Sir Michael Savory
Chairman of the Admiral Arthur Phillip Memorial Trust
In the last few years much has been written about Arthur Phillip’s time in Australia, where for five years he was Founder and First Governor of New South Wales.
Headlines and titles describe him as “Founding Father - Neglected Hero” and “Arthur Phillip Sailor Mercenary Governor Spy”.
While these are descriptions of a man of remarkable intellect and humanity, posterity will recognise him as a hero when a memorial to him is unveiled in Westminster Abbey later this year to mark the bicentenary of his death.
Heroes are best remembered when they have a glorious death and fame often comes from notoriety. Phillip achieved neither of these distinctions but nonetheless deserves our admiration because of his determination and fortitude against all the odds.
My observations are now to show how Phillip’s life and experiences prepared him for his Australian achievements. I leave it to others on another occasion to tell of these later years.
Born, just yards from here, on 11th October 1738 he was the second child of Jacob and Elizabeth Phillip. His father was a language teacher from Frankfurt and his mother, a Londoner, the widow of a seaman John Herbert RN who had died in Jamaica. The Phillips were related by marriage to the Everetts, of whom Michael Everett, an influential naval Captain was to take young Phillip into service.
His father, who died when he was young, had taught him Latin and to speak German, French and Portuguese. But it was his mother’s influence with her family’s naval connections that set him on the path of recognition.
It began when he first went to sea at the age of nine as a cabin boy before beginning formal education at the School of the Royal Hospital for Seaman in Greenwich. Here he was taught mathematics, navigation and nautical astronomy.
He was a diligent student noted by the headmaster for “his diplomacy and mildness” adding “he was nervously active, unassuming, reasonable, business-like and to the smallest degree in everything he undertakes, always seeking perfection”.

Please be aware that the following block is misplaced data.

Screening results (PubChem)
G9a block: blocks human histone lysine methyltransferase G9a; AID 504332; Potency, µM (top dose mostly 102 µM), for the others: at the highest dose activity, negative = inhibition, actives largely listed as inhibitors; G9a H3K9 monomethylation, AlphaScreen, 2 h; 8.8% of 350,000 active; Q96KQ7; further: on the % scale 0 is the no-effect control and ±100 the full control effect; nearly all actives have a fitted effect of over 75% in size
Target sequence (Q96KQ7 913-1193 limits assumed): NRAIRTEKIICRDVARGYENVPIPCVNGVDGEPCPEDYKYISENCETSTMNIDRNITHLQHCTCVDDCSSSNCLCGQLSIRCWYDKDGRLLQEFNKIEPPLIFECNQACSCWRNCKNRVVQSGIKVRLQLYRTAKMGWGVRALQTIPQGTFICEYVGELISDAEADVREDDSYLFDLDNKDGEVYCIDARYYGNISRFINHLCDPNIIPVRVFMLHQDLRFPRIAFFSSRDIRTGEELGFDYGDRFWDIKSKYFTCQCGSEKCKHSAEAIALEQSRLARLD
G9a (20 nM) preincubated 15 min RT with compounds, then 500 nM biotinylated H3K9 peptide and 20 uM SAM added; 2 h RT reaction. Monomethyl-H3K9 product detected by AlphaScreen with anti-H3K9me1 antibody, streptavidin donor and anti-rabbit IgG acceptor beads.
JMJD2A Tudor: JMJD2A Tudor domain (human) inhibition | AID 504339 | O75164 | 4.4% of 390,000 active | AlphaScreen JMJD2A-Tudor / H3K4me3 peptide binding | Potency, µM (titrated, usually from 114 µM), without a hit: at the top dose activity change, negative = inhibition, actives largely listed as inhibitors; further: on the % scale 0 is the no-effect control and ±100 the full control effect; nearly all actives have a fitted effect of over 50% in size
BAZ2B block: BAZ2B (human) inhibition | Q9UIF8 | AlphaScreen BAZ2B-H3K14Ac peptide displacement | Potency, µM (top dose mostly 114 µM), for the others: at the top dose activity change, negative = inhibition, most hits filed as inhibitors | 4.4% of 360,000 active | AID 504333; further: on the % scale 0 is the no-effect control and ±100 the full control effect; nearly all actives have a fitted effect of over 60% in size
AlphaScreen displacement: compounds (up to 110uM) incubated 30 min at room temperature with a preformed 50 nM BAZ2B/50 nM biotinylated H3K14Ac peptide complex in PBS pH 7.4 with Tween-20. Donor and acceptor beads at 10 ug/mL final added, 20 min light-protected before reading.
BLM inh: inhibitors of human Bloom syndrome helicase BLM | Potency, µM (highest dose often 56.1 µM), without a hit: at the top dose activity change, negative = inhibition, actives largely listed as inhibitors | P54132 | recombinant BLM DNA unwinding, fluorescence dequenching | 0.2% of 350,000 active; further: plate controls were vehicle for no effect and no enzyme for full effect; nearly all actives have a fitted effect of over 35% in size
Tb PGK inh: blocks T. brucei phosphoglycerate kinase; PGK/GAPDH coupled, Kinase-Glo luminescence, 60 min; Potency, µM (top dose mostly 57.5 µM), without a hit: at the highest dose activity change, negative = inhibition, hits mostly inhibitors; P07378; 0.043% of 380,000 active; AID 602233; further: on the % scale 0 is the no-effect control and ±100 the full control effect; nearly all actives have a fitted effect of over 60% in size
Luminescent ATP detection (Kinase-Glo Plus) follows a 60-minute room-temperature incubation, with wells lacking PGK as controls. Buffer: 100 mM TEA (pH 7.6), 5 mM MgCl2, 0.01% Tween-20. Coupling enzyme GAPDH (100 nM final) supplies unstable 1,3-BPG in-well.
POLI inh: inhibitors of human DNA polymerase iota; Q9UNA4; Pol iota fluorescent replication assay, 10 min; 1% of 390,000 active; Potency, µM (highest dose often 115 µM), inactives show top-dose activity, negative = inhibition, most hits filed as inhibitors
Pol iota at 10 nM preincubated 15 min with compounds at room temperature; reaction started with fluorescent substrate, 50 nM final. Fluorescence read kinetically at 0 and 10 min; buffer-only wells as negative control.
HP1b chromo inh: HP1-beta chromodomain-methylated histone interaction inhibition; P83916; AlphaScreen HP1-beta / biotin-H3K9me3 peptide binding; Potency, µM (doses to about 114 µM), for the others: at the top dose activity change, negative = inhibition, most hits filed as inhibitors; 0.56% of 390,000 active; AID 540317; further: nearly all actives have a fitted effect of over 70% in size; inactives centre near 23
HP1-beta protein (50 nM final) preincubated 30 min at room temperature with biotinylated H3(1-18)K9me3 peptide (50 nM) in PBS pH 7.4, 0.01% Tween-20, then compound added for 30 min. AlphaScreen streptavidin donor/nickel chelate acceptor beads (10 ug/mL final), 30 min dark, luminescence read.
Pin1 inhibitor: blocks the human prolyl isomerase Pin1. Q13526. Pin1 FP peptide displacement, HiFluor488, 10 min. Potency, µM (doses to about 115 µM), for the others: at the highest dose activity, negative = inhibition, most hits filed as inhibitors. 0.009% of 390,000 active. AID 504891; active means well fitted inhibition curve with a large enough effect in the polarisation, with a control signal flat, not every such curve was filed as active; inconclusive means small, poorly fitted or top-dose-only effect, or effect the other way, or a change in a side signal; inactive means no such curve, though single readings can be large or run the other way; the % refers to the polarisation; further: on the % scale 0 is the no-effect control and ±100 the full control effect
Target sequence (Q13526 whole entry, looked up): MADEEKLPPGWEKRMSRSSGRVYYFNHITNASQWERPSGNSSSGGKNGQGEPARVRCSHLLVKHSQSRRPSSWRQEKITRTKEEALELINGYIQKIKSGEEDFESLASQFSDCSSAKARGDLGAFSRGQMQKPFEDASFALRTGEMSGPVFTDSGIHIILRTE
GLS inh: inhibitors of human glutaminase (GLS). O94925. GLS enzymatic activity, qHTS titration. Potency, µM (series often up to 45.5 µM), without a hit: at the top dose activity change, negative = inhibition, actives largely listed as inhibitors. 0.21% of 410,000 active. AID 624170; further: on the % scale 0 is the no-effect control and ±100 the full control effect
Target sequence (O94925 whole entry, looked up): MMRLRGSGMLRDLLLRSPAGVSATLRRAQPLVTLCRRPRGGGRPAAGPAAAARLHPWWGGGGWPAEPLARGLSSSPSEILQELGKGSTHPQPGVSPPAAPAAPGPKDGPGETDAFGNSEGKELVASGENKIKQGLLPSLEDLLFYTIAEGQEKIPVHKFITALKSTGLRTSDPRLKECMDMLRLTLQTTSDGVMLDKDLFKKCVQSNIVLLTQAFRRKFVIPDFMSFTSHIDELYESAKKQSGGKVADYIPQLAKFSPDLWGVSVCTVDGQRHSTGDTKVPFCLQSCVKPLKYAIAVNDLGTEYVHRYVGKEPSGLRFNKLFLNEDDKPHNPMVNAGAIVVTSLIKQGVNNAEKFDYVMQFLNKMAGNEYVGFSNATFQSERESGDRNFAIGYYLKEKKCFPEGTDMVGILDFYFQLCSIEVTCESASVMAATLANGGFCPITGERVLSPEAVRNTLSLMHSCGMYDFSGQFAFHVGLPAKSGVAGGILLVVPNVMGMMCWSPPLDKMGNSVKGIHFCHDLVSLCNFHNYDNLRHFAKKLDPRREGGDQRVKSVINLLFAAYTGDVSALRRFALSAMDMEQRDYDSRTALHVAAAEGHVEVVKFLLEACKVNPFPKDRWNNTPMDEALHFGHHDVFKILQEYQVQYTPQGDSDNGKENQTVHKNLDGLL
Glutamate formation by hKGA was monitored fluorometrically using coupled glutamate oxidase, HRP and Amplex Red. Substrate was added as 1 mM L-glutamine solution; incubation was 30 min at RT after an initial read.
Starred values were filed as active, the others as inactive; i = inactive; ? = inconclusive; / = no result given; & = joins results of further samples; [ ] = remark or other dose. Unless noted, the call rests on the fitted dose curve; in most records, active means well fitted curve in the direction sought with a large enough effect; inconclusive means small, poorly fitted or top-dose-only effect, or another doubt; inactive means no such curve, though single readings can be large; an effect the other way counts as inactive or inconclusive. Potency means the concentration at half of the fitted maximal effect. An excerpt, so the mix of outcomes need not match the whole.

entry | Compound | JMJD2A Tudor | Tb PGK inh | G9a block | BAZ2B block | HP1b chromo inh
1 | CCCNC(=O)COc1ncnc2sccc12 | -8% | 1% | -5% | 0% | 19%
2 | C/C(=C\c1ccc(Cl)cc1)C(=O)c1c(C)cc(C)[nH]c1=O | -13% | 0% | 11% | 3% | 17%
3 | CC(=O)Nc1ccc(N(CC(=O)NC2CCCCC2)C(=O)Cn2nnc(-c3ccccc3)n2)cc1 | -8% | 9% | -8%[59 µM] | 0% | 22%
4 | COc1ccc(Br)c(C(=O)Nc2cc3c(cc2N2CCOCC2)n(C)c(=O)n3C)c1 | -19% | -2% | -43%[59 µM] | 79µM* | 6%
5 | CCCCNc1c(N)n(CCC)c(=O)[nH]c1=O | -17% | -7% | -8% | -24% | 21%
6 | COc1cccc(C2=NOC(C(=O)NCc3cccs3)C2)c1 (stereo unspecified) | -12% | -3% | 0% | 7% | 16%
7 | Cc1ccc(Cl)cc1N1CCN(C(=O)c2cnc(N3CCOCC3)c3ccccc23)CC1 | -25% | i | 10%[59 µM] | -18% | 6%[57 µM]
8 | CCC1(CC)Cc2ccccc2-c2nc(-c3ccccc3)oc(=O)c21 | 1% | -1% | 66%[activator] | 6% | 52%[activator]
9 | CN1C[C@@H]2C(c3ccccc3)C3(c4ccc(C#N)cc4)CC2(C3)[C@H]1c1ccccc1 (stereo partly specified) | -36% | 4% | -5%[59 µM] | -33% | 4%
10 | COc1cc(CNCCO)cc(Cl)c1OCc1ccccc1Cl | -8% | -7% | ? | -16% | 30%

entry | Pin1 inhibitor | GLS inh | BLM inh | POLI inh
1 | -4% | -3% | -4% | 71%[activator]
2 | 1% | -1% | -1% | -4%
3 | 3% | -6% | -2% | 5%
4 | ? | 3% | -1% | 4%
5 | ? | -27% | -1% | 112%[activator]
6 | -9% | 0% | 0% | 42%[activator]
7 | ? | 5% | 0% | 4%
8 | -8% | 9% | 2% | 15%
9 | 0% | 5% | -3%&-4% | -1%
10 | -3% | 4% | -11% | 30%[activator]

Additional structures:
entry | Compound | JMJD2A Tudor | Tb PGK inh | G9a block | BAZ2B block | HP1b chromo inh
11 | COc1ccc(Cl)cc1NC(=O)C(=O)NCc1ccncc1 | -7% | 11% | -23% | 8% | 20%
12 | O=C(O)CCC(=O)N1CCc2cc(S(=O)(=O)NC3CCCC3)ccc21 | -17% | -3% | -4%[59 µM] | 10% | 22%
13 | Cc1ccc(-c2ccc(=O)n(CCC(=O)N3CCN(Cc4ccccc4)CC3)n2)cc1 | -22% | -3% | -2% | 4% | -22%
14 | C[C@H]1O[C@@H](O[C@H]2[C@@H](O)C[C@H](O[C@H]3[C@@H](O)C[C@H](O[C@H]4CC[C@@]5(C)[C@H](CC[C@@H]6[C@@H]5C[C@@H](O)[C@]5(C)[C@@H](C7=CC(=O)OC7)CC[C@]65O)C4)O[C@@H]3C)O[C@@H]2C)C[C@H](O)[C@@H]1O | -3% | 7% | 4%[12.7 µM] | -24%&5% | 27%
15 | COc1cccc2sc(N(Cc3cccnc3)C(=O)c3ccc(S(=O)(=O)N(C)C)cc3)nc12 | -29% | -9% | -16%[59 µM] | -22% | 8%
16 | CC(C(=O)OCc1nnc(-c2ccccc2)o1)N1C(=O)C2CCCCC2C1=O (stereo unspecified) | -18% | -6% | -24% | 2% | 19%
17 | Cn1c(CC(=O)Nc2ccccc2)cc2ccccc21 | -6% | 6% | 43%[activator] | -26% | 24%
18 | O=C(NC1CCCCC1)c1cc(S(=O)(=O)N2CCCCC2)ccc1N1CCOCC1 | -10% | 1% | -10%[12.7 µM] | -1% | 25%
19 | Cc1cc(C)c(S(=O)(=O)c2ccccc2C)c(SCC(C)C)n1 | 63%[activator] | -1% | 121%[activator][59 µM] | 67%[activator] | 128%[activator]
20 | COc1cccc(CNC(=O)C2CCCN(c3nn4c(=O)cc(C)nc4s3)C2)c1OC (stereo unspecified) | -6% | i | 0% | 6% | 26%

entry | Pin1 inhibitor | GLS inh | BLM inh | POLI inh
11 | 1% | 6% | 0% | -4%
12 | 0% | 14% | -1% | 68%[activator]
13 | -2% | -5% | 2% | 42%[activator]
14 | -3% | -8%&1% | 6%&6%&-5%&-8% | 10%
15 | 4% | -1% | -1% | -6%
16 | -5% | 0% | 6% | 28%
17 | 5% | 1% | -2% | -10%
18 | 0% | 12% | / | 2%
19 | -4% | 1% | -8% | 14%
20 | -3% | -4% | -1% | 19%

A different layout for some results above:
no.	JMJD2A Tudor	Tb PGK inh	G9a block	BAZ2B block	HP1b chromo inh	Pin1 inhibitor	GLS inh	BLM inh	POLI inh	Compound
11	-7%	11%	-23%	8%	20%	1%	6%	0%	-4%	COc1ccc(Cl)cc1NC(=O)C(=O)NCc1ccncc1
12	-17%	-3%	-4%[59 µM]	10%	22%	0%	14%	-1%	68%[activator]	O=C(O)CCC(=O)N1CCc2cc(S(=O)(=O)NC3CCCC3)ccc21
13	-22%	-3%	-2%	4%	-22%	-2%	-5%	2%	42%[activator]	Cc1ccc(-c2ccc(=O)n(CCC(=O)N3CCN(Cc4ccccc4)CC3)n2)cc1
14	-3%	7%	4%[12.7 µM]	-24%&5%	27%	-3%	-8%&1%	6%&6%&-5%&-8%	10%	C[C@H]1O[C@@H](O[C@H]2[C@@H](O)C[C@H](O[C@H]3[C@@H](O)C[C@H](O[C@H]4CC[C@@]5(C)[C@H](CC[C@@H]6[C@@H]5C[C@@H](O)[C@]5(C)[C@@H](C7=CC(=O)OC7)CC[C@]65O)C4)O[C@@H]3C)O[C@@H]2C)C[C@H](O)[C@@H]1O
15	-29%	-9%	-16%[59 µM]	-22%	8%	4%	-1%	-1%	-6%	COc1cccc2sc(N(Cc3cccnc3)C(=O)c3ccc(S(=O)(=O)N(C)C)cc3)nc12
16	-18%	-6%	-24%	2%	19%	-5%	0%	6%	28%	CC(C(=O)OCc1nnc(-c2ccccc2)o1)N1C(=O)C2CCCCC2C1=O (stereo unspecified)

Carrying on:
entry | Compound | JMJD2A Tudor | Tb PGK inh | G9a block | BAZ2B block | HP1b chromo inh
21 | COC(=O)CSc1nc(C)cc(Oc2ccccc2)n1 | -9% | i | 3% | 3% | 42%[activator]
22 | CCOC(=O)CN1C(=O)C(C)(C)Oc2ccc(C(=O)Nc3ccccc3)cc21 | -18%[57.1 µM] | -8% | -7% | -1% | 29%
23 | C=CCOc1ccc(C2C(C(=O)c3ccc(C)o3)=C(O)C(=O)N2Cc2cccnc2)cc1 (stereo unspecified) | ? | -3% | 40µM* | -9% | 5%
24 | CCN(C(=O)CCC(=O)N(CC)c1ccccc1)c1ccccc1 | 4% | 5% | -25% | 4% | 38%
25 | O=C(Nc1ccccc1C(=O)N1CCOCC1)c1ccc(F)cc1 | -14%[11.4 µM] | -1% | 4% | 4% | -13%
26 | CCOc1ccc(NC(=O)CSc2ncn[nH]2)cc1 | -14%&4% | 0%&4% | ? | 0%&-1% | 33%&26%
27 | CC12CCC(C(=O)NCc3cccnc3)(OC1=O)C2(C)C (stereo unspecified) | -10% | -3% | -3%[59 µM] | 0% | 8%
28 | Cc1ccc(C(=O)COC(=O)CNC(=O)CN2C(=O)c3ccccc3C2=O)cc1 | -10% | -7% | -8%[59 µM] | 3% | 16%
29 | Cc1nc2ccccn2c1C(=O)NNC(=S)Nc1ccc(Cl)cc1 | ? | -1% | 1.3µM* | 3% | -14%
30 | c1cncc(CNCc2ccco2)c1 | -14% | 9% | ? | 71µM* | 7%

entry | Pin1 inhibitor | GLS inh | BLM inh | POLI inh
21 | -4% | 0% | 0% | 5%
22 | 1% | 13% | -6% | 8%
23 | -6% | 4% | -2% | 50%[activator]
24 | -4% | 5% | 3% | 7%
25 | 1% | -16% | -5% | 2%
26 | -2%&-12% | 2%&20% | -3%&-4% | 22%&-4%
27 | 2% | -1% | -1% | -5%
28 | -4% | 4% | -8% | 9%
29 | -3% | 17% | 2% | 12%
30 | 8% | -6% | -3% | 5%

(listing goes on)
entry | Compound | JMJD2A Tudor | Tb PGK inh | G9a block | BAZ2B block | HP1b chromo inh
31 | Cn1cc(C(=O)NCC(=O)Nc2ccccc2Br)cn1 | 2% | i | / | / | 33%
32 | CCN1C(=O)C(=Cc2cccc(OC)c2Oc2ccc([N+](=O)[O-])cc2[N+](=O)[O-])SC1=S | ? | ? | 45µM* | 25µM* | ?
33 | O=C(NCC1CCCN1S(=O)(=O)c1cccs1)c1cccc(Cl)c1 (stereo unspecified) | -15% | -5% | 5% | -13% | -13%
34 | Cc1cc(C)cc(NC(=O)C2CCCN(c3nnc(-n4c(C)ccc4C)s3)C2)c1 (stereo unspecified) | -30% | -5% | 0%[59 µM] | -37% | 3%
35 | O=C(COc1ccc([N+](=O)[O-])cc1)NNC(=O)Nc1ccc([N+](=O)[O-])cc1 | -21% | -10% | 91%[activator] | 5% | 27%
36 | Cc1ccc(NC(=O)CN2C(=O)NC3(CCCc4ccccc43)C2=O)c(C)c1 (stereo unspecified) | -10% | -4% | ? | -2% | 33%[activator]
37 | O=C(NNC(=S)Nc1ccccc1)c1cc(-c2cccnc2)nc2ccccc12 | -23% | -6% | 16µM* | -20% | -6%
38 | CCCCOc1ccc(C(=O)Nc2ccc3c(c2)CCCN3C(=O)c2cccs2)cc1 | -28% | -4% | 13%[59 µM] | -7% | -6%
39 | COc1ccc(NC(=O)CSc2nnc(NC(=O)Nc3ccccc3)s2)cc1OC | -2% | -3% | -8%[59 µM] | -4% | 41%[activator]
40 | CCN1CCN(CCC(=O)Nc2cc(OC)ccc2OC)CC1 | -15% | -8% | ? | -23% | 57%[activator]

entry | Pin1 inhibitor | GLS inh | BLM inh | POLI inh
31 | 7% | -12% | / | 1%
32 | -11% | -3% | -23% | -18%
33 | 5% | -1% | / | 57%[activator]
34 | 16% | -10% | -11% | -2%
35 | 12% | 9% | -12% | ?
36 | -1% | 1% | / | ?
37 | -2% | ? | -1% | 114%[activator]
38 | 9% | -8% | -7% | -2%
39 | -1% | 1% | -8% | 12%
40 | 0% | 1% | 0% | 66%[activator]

These attributes are hardly those of a hero but they exemplified the characteristics needed to eventually take eleven ships with over a thousand soles half way round the world to establish the colony of New South Wales.
In 1753 Phillip left Greenwich for two years apprenticeship on an Arctic whaling ship. This was a tough and demanding experience but on returning to England he was soon training as a midshipman at the age of sixteen before transferring to the Royal Navy under the command of his mother’s cousin Captain Everitt.
His service began when the Seven Years War was raging across Europe involving, amongst other issues, England and France disputing control of colonial trade. After visiting ports in Holland, Portugal, Spain, Italy and Malta, he participated in the 1756 sea battle for the relief of the Island of Minorca which was eventually lost to the French. This defeat led to the trial and controversial execution for neglect, of Admiral Byng for whom Phillip later stated that he had had no respect. But the battle gave him firsthand experience of conflict and death and the importance of strong naval disciple. It must have been a testing time and it prepared him for further action in the West Indies.
Here, three years later, he participated in a series of victories over the French including the capture of a frigate which led to his promotion from midshipman to Fourth Lieutenant.
Whilst in the West Indies he experienced the loss of life by sailors from scurvy, mosquitoes, and smallpox. On the plantations he observed that the slaves were healthy and strong. They had been given limes and lemons each day, their food included vegetables of different varieties, their living quarters were thoroughly cleaned each week and every slave had to have a bath.
Phillip decided if this diet and cleanliness worked for the slaves so it should for the sailors. These ideas were introduced and his ship was thoroughly scrubbed and fruit and vegetables were taken on board. Death and illness notably diminished. Later ships under Phillip’s command were always known as clean ships and years later not one death from scurvy was logged on the long voyage to Australia